Divorced people don’t forget about retirement – lexology

Weak, forgetful woman? I don’t, and so Imogen Tew’s (FT Personal Finance (22/10)) report on women receiving equitable divorce pensions calls for a post.

Apparently, St. James’s Place had determined through an FOI request (from whom?) that between 2016 and September 2021, fewer than one in seven consent orders in which the parties either negotiated their financial entitlements in the divorce themselves or with legal input, contained an order split or division or the earmarking of a pension scheme. Only 80,290 out of 602,491 – just over 13% – agreed to such an order. This was in contrast to “about 40%” – i.e. about 240,996, who also obtained such orders, but did so in the contested proceedings. So the couple went to court and argued over finances and a judge issued a decision.

First, the headline “Divorced Forget Retirement” couldn’t have been more misleading and less helpful to those worried they missed a trick or should have gotten something they didn’t have. No one who ends their marriage, male or female, employed or doing household chores while married, “forgets” about retirement. Most worry about how to make ends meet after the breakup — how to move, pay the bills, raise the kids, save for the future, and plan for their retirement. The idea that women, who actually have smaller pension pots because they were not the higher or continuous earners in the marriage, are “forgetting” about their retirement is offensive.

Second, and for reassurance, since 1973 the court (which ultimately authorizes any financial outcome between the parties, whether by agreement, through mediation or arbitration, or at the end of a contested hearing) has had to consider the needs of both parties and all resources in the family (including pensions). ) and share them fairly. It’s an arbitrary balancing act. Judges also don’t “forget” the retirement of divorcing wives, but immediate housing and income take precedence.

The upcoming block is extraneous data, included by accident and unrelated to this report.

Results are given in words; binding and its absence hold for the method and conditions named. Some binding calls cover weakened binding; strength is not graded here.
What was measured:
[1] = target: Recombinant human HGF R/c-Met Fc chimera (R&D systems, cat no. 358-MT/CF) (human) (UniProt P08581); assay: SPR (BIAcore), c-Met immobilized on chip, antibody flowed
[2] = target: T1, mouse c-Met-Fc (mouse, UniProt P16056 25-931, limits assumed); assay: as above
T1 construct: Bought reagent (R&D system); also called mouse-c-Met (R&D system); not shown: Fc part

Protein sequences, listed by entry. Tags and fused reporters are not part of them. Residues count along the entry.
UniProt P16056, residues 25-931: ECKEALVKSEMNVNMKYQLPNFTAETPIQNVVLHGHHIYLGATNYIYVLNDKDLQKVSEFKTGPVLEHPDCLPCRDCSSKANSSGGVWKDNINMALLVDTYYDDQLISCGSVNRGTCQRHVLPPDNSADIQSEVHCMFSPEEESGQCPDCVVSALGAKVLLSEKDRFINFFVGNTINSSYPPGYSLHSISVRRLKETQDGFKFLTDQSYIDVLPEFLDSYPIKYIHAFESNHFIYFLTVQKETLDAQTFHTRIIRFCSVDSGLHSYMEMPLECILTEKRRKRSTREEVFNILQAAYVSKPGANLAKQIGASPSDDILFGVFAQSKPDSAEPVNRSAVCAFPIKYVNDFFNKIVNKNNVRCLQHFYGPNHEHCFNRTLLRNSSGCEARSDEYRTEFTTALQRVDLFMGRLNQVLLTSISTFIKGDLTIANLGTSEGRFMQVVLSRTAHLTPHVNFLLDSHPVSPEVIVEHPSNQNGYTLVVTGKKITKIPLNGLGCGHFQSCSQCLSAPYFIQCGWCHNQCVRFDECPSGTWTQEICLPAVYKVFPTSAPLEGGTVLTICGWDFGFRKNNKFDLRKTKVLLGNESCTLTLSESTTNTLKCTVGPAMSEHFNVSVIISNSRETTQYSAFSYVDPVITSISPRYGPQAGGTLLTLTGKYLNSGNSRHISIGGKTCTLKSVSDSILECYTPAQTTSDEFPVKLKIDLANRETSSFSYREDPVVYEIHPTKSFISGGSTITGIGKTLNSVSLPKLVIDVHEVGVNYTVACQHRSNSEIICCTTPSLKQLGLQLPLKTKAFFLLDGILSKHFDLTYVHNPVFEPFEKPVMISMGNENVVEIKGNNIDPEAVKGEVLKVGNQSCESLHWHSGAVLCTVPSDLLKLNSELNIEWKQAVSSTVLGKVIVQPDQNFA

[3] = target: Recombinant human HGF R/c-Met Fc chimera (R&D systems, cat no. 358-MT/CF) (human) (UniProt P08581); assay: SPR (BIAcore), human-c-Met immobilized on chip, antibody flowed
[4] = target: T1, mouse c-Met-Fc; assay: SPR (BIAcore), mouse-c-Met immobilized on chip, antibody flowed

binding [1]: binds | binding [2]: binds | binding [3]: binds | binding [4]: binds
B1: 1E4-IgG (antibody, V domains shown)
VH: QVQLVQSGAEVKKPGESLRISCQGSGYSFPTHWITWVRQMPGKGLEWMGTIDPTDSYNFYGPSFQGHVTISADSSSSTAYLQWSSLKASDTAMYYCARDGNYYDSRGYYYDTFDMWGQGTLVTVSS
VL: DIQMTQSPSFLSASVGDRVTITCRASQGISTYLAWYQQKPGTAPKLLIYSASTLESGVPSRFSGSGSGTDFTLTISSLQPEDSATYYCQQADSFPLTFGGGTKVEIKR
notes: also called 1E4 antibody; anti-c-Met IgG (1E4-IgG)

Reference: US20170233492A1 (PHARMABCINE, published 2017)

Orders are neither agreed nor imposed without both parties and a judge understanding “what” is to be shared – including pensions or how people will live in their retirement. A great deal of time and effort is expended in understanding the present value of an annuity or what it might bring at retirement date given the parties’ age and tax status and state pensions. Some pensions cannot be divided by an English court anyway. Often, annuity actuaries must be hired to calculate what percentage split could result in equal income in retirement.

The article mentioned other options, including earmarking (receiving income from the other spouse’s pension pot when they retire, rather than a share of the pension if an amount is debited from their pension and credited to the seeking spouse’s pension pot) and “offsetting” ( a person may have more than one other type of asset – often the entire marital home until the youngest child leaves school when they are expected to move to a smaller home to free up funding for their retirement), but no FOI- Inquiry was able to demonstrate why certain financial arrangements were made.

The parties, their advisors and ultimately the court will always consider whether the deal or decision is legally fair, and that includes considering where the parties will remain after retirement.

Retirement may not be that big of an issue for those under 40, especially as retirement ages rise and many people who are getting divorced need to use their retirement resources in creative ways to free up cash for more immediate needs rather than plan for their future.

Third, this article should not encourage spouses to fight pension disputes in court. There is widespread support from the Government and Sir Andrew McFarlane, the head of the court’s family division, to ensure that spouses do not rush to court to fight over money. Mediation, arbitration, cooperative approaches, all leading to an injunction, are quicker and cheaper than litigation and involve pension and retirement considerations. Less conflict in the family also leads to better outcomes for the children.

All parties to a divorce should have access to good legal and financial advice in order to make informed decisions about their financial future.

Forget fear and face the future.

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